In what may turn out to be the last World War Two war crimes trial, 91 year old John Demjanjuk has been found guilty of helping to murder more than 28,000 Jews at the Nazi death camp of Sobibor in what is now Poland. He was sentenced to five years in prison, but will be released pending appeal.
Demjanjuk told the court in Munich that he had not served as a guard at the camp, and that he was a prisoner of war. The case turned on an SS identity card, which the defence claimed was a fake. In all, an estimated 250,000 people were killed at Sobibor.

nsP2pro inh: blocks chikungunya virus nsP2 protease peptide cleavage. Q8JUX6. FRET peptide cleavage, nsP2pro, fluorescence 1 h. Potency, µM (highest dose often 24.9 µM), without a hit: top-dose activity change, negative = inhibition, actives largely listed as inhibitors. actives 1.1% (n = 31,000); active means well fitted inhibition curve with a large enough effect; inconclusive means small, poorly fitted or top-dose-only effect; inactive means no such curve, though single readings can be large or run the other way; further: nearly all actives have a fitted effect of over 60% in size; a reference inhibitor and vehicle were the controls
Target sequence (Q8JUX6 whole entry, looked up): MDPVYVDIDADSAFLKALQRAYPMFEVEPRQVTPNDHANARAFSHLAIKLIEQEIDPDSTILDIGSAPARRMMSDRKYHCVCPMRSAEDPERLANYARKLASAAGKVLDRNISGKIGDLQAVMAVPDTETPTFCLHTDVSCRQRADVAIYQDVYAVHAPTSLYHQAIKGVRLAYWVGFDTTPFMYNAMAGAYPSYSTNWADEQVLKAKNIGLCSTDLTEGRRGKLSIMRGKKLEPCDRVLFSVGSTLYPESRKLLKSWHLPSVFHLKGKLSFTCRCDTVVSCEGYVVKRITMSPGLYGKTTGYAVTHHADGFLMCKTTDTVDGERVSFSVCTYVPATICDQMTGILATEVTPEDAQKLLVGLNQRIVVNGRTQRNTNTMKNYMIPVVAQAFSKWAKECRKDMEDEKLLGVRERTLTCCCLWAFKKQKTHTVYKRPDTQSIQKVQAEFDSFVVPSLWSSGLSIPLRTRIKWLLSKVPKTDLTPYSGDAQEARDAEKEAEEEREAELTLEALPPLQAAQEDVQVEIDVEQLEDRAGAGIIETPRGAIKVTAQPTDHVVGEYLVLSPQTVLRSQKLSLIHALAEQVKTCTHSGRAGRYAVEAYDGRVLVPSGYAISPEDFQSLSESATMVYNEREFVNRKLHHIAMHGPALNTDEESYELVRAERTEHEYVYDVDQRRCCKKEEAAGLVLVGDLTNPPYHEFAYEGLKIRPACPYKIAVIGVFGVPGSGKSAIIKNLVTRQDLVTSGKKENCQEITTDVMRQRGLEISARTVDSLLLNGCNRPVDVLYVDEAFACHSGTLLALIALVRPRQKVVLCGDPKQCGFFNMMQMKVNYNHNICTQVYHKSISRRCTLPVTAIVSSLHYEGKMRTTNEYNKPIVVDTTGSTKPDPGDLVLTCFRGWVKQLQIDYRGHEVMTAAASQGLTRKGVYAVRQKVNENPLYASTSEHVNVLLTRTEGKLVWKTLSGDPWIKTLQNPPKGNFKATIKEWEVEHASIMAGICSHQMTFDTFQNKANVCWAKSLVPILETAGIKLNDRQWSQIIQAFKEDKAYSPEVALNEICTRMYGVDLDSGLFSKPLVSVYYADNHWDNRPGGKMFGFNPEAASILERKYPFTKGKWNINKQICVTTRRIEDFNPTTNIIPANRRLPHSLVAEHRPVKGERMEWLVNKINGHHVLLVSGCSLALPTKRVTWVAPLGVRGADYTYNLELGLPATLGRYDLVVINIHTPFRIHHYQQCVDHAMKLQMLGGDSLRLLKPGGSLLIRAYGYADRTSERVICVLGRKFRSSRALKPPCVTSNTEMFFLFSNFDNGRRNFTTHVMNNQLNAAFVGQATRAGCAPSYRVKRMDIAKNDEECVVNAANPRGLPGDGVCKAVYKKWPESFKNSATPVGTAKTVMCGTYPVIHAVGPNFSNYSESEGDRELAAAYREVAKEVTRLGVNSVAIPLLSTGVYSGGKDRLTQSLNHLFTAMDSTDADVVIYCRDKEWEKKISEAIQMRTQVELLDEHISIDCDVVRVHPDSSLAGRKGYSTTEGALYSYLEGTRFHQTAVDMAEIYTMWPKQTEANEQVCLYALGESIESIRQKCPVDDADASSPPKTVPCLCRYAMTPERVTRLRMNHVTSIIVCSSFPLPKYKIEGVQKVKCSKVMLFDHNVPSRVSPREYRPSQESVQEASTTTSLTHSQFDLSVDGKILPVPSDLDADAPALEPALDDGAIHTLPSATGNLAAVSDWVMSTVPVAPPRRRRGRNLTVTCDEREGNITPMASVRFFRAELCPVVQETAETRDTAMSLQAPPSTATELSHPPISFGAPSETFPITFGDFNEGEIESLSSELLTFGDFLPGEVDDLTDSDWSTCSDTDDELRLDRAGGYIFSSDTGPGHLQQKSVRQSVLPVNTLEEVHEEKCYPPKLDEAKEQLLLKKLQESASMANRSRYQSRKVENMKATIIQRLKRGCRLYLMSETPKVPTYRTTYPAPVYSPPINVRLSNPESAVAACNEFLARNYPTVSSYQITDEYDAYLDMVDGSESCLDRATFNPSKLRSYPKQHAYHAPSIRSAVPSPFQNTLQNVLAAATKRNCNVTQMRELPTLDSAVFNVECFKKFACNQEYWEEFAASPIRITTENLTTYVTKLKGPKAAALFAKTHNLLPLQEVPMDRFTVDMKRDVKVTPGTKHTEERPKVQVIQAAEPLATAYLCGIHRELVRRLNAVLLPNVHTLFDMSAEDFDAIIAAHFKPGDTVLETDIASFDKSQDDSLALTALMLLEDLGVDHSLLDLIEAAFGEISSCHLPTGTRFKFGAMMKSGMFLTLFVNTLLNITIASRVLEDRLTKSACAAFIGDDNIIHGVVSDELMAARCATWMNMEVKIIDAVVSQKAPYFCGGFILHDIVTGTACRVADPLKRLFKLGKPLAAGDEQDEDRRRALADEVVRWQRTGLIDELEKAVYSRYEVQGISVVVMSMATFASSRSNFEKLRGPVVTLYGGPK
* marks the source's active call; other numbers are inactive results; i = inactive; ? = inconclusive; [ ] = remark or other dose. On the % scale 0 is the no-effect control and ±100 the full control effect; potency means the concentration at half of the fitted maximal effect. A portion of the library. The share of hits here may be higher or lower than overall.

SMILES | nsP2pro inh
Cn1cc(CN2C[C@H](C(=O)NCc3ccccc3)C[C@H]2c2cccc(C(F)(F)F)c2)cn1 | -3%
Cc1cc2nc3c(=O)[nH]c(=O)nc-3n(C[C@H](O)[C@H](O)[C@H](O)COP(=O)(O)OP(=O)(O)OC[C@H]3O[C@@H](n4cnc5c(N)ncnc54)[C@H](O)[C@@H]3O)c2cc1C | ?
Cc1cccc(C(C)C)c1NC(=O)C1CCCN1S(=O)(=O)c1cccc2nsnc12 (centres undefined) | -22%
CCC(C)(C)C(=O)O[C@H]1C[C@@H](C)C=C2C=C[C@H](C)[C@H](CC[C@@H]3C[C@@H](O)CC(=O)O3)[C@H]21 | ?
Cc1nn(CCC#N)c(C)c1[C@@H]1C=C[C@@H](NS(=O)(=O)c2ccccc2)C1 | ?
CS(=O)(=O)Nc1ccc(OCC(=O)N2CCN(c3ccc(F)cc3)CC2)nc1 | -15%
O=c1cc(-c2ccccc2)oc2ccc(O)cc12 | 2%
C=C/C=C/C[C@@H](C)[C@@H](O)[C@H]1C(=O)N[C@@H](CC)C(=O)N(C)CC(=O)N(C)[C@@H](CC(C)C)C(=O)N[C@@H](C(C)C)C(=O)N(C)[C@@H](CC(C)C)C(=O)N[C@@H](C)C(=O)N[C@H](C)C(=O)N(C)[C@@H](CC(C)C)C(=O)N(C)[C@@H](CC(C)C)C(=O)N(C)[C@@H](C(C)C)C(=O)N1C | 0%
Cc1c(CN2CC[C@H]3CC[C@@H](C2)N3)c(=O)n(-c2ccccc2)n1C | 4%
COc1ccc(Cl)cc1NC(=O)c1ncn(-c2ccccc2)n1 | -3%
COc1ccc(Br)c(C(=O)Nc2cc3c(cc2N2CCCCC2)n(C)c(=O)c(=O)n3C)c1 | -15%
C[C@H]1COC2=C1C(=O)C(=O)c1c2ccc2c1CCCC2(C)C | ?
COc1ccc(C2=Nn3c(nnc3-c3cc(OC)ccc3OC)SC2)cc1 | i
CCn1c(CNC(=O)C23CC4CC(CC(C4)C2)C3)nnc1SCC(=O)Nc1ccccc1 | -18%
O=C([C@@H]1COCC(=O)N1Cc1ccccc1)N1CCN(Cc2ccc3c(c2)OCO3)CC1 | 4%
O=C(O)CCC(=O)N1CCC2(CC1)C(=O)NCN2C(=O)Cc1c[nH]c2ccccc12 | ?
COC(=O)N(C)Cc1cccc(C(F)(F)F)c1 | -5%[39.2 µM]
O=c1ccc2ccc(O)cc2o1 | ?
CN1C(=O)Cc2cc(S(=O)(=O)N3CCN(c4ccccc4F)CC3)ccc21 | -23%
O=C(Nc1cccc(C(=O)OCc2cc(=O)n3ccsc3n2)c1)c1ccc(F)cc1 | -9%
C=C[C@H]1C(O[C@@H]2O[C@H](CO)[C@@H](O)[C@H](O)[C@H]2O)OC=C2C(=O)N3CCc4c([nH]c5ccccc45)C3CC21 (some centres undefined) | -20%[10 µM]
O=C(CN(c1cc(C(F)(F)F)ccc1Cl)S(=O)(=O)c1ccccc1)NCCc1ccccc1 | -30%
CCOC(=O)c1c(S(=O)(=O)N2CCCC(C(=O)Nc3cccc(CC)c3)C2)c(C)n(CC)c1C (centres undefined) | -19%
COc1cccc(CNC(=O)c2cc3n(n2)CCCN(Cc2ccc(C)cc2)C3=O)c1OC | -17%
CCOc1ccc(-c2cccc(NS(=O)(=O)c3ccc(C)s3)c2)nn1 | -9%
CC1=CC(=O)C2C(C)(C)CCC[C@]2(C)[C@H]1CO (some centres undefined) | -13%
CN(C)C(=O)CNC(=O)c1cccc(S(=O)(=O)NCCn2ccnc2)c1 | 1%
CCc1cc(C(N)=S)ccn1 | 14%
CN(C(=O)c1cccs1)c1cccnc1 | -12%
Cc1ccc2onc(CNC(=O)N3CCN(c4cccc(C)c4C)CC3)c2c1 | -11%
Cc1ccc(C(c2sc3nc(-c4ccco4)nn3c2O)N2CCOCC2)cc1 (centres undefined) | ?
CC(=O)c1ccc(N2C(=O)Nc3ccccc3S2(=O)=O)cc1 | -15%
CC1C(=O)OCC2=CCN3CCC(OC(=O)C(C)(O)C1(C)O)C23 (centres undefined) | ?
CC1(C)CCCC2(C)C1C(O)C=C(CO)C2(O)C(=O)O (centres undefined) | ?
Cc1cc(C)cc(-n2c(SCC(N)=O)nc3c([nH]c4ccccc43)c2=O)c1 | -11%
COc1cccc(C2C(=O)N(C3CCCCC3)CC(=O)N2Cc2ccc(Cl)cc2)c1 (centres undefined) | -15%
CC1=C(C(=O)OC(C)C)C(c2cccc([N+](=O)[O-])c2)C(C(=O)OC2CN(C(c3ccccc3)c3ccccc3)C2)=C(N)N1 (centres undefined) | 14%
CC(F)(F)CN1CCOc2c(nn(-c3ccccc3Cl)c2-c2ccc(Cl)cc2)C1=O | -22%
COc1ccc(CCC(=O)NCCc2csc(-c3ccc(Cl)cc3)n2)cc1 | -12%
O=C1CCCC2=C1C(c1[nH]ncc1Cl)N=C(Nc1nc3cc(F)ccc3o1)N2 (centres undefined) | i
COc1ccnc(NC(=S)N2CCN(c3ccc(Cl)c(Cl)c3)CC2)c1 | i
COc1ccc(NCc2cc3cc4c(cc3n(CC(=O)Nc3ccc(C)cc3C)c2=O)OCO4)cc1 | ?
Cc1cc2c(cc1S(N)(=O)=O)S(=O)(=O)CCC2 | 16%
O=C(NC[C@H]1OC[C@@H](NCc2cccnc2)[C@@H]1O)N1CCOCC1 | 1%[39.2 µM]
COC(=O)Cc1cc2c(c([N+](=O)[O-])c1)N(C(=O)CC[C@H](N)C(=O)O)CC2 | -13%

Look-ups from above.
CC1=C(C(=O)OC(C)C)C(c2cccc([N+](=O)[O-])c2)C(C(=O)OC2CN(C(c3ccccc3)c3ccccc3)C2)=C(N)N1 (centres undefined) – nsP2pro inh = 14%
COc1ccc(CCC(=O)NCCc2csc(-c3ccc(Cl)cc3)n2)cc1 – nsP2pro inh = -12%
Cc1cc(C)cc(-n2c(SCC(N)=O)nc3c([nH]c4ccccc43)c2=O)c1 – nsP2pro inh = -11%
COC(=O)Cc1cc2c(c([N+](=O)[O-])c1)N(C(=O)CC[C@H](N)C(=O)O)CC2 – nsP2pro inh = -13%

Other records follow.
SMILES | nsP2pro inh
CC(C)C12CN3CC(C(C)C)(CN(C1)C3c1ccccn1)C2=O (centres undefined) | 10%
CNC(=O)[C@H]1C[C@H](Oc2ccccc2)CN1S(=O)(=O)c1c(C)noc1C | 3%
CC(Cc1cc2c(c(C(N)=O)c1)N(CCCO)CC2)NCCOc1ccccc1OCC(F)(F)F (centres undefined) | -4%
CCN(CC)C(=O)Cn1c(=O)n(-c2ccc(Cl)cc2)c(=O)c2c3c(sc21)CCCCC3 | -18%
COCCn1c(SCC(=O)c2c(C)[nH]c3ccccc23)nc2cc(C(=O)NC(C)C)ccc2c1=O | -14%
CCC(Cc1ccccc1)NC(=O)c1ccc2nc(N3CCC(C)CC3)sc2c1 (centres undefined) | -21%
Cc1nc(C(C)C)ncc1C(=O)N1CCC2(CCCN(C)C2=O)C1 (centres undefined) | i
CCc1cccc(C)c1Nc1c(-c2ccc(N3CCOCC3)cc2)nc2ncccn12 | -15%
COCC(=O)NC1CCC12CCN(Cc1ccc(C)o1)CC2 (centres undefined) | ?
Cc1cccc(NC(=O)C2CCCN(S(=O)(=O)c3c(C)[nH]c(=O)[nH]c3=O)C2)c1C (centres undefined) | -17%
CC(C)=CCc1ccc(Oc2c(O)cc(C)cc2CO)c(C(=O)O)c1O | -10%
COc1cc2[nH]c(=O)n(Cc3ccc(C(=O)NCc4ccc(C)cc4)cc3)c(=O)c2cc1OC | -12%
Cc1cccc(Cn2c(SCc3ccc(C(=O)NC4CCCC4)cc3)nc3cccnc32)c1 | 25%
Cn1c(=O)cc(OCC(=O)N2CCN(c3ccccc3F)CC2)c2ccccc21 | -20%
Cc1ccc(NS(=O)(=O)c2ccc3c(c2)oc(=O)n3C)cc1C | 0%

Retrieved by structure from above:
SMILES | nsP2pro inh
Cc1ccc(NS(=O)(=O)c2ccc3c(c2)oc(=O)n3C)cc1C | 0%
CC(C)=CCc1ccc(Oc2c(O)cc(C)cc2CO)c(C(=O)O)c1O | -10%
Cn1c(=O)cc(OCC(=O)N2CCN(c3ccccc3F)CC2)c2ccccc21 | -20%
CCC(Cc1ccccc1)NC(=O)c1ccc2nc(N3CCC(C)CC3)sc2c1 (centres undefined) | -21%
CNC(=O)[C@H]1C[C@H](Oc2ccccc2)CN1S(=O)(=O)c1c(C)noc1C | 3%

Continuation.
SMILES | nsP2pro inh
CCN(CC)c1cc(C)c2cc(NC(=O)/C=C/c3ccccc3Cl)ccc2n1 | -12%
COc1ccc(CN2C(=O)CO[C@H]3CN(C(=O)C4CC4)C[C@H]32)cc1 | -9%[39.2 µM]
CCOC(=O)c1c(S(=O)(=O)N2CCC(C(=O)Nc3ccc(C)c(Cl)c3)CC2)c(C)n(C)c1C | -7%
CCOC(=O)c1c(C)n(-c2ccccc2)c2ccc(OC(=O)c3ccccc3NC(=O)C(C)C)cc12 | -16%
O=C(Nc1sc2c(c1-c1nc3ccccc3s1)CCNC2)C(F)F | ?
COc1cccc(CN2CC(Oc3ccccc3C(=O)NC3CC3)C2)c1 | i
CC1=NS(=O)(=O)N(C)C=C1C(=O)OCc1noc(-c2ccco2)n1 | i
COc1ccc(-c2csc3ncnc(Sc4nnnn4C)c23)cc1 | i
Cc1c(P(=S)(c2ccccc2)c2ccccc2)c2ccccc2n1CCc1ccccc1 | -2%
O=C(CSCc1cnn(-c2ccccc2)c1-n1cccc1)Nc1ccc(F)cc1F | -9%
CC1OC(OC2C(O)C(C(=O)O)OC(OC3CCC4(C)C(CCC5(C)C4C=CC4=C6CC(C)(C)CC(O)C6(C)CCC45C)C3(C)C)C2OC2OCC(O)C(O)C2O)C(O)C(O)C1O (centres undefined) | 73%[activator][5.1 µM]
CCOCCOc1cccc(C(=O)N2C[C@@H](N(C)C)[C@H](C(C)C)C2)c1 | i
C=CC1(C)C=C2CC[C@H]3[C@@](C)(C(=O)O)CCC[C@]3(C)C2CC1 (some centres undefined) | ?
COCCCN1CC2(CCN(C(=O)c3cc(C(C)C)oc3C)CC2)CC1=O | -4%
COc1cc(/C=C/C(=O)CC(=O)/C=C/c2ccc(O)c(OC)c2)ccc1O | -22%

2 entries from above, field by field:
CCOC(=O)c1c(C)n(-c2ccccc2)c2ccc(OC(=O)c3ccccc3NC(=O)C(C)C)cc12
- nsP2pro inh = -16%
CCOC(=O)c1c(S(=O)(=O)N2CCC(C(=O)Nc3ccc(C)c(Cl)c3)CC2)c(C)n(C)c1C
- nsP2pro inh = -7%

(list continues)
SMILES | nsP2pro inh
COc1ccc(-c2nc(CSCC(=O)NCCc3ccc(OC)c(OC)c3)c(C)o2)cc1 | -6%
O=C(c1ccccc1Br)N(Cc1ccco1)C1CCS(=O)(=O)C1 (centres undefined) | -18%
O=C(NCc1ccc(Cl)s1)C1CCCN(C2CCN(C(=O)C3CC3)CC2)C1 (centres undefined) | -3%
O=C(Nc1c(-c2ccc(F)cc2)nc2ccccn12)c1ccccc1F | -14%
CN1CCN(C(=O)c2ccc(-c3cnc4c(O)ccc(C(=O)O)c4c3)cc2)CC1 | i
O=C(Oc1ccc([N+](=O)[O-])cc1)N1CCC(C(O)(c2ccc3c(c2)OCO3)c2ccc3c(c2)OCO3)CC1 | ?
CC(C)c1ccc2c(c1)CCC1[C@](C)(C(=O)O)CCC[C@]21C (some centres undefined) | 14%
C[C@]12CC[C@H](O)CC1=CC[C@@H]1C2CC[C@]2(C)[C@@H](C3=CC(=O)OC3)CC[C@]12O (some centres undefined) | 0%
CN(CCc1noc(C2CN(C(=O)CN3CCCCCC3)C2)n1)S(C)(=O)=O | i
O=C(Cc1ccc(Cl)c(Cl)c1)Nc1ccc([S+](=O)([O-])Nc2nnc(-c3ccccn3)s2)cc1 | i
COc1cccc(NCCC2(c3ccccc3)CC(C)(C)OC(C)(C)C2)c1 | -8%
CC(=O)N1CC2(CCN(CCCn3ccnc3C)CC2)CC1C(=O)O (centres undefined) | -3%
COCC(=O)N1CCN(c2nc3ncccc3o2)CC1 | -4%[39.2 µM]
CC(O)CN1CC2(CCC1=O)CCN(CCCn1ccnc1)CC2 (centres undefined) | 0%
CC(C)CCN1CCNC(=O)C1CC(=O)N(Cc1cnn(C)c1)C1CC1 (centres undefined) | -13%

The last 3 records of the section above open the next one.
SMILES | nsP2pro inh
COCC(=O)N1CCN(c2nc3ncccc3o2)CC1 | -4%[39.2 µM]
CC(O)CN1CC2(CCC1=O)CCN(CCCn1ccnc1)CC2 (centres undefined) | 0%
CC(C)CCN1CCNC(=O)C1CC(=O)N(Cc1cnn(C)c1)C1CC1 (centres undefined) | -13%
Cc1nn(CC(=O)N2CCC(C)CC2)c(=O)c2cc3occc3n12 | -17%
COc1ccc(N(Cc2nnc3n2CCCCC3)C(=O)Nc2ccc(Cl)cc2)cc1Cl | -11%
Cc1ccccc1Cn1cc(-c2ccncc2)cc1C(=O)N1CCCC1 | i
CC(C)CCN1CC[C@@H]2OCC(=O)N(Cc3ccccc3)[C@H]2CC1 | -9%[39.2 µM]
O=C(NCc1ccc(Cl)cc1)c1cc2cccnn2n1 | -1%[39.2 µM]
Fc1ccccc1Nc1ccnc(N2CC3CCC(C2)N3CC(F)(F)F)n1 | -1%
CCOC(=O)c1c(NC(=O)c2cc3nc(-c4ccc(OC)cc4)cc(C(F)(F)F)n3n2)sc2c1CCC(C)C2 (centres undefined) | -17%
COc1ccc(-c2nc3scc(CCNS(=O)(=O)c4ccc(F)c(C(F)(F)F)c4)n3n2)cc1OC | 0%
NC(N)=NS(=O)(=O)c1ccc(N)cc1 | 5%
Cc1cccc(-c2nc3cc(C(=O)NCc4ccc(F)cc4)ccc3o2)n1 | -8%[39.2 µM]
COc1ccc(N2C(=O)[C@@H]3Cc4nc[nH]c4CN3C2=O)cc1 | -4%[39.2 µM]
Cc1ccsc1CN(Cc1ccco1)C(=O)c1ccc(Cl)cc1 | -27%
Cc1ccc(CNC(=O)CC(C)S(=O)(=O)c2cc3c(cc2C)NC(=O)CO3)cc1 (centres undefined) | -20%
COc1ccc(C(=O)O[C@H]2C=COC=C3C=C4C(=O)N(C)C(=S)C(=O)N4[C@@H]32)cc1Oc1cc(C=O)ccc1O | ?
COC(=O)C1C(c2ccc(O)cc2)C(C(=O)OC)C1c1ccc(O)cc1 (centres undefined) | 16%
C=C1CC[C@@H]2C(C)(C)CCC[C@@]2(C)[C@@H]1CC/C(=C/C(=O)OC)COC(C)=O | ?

In the 1980’s, an Israeli court indentified Demjanjuk as ‘Ivan the Terrible’, a notorious guard at the Treblinka death camp, and sentenced him to death, but the country’s supreme court overturned the verdict after new evidence emerged.
Some of the relatives of those who died at Sobibor said the verdict on Demjanjuk was not the most important thing. They were satisfied that a court in the city where the Nazi party was born had had to listen to the details of the industrialised murder machine that Hitler’s regime created. (See also my blog of Nov 30, 2009.)